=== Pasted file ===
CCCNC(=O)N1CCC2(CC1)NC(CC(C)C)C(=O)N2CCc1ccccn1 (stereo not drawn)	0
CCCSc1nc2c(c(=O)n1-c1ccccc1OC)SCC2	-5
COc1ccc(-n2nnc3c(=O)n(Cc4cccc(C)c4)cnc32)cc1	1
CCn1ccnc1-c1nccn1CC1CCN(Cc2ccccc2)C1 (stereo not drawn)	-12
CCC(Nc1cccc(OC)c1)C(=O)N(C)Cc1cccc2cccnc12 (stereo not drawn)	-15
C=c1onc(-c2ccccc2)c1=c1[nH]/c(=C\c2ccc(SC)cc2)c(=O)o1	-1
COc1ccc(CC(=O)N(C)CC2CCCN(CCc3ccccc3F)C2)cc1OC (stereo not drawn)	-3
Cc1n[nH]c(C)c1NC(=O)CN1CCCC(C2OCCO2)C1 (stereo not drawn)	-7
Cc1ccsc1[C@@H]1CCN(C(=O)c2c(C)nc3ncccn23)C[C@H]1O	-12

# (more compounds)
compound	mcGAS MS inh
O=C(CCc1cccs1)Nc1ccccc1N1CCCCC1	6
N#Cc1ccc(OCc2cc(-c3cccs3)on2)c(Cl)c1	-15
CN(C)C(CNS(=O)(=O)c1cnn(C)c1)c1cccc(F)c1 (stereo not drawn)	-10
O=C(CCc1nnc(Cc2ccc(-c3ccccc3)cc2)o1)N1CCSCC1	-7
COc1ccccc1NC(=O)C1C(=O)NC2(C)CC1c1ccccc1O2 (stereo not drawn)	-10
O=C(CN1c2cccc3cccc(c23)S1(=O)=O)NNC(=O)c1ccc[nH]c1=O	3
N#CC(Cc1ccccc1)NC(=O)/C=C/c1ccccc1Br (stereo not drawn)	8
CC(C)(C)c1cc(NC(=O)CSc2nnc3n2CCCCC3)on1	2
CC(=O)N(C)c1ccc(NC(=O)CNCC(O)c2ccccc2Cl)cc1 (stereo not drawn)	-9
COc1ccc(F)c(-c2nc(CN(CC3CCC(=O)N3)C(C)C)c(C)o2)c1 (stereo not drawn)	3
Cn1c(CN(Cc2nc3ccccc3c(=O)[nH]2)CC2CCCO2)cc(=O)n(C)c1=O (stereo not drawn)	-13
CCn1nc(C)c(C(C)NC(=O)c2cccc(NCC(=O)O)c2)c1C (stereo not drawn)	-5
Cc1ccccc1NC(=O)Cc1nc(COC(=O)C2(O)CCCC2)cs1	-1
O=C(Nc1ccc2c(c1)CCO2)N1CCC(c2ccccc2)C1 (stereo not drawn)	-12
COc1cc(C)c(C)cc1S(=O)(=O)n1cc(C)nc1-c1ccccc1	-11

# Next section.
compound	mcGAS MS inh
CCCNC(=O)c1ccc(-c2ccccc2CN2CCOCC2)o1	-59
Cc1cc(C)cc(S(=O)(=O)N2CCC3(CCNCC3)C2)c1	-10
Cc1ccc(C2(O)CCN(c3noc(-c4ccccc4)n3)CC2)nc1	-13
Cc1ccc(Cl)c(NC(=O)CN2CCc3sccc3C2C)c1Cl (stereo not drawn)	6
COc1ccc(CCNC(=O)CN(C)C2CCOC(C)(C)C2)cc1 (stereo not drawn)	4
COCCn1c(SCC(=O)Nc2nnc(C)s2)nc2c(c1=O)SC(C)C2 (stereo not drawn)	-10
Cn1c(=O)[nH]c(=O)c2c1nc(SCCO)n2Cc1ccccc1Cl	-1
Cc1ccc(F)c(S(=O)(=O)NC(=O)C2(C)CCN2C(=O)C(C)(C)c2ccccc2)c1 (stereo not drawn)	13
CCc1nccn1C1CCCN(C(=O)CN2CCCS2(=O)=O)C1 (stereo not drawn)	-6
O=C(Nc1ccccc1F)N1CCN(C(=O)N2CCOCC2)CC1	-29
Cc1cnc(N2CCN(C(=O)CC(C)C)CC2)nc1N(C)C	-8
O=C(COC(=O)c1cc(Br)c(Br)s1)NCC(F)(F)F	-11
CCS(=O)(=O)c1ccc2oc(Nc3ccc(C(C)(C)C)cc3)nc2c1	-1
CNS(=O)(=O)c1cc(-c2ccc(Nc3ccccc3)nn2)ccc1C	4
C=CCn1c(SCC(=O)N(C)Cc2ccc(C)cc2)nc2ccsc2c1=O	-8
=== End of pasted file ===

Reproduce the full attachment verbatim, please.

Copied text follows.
CCCNC(=O)N1CCC2(CC1)NC(CC(C)C)C(=O)N2CCc1ccccn1 (stereo not drawn)	0
CCCSc1nc2c(c(=O)n1-c1ccccc1OC)SCC2	-5
COc1ccc(-n2nnc3c(=O)n(Cc4cccc(C)c4)cnc32)cc1	1
CCn1ccnc1-c1nccn1CC1CCN(Cc2ccccc2)C1 (stereo not drawn)	-12
CCC(Nc1cccc(OC)c1)C(=O)N(C)Cc1cccc2cccnc12 (stereo not drawn)	-15
C=c1onc(-c2ccccc2)c1=c1[nH]/c(=C\c2ccc(SC)cc2)c(=O)o1	-1
COc1ccc(CC(=O)N(C)CC2CCCN(CCc3ccccc3F)C2)cc1OC (stereo not drawn)	-3
Cc1n[nH]c(C)c1NC(=O)CN1CCCC(C2OCCO2)C1 (stereo not drawn)	-7
Cc1ccsc1[C@@H]1CCN(C(=O)c2c(C)nc3ncccn23)C[C@H]1O	-12

# (more compounds)
compound	mcGAS MS inh
O=C(CCc1cccs1)Nc1ccccc1N1CCCCC1	6
N#Cc1ccc(OCc2cc(-c3cccs3)on2)c(Cl)c1	-15
CN(C)C(CNS(=O)(=O)c1cnn(C)c1)c1cccc(F)c1 (stereo not drawn)	-10
O=C(CCc1nnc(Cc2ccc(-c3ccccc3)cc2)o1)N1CCSCC1	-7
COc1ccccc1NC(=O)C1C(=O)NC2(C)CC1c1ccccc1O2 (stereo not drawn)	-10
O=C(CN1c2cccc3cccc(c23)S1(=O)=O)NNC(=O)c1ccc[nH]c1=O	3
N#CC(Cc1ccccc1)NC(=O)/C=C/c1ccccc1Br (stereo not drawn)	8
CC(C)(C)c1cc(NC(=O)CSc2nnc3n2CCCCC3)on1	2
CC(=O)N(C)c1ccc(NC(=O)CNCC(O)c2ccccc2Cl)cc1 (stereo not drawn)	-9
COc1ccc(F)c(-c2nc(CN(CC3CCC(=O)N3)C(C)C)c(C)o2)c1 (stereo not drawn)	3
Cn1c(CN(Cc2nc3ccccc3c(=O)[nH]2)CC2CCCO2)cc(=O)n(C)c1=O (stereo not drawn)	-13
CCn1nc(C)c(C(C)NC(=O)c2cccc(NCC(=O)O)c2)c1C (stereo not drawn)	-5
Cc1ccccc1NC(=O)Cc1nc(COC(=O)C2(O)CCCC2)cs1	-1
O=C(Nc1ccc2c(c1)CCO2)N1CCC(c2ccccc2)C1 (stereo not drawn)	-12
COc1cc(C)c(C)cc1S(=O)(=O)n1cc(C)nc1-c1ccccc1	-11

# Next section.
compound	mcGAS MS inh
CCCNC(=O)c1ccc(-c2ccccc2CN2CCOCC2)o1	-59
Cc1cc(C)cc(S(=O)(=O)N2CCC3(CCNCC3)C2)c1	-10
Cc1ccc(C2(O)CCN(c3noc(-c4ccccc4)n3)CC2)nc1	-13
Cc1ccc(Cl)c(NC(=O)CN2CCc3sccc3C2C)c1Cl (stereo not drawn)	6
COc1ccc(CCNC(=O)CN(C)C2CCOC(C)(C)C2)cc1 (stereo not drawn)	4
COCCn1c(SCC(=O)Nc2nnc(C)s2)nc2c(c1=O)SC(C)C2 (stereo not drawn)	-10
Cn1c(=O)[nH]c(=O)c2c1nc(SCCO)n2Cc1ccccc1Cl	-1
Cc1ccc(F)c(S(=O)(=O)NC(=O)C2(C)CCN2C(=O)C(C)(C)c2ccccc2)c1 (stereo not drawn)	13
CCc1nccn1C1CCCN(C(=O)CN2CCCS2(=O)=O)C1 (stereo not drawn)	-6
O=C(Nc1ccccc1F)N1CCN(C(=O)N2CCOCC2)CC1	-29
Cc1cnc(N2CCN(C(=O)CC(C)C)CC2)nc1N(C)C	-8
O=C(COC(=O)c1cc(Br)c(Br)s1)NCC(F)(F)F	-11
CCS(=O)(=O)c1ccc2oc(Nc3ccc(C(C)(C)C)cc3)nc2c1	-1
CNS(=O)(=O)c1cc(-c2ccc(Nc3ccccc3)nn2)ccc1C	4
C=CCn1c(SCC(=O)N(C)Cc2ccc(C)cc2)nc2ccsc2c1=O	-8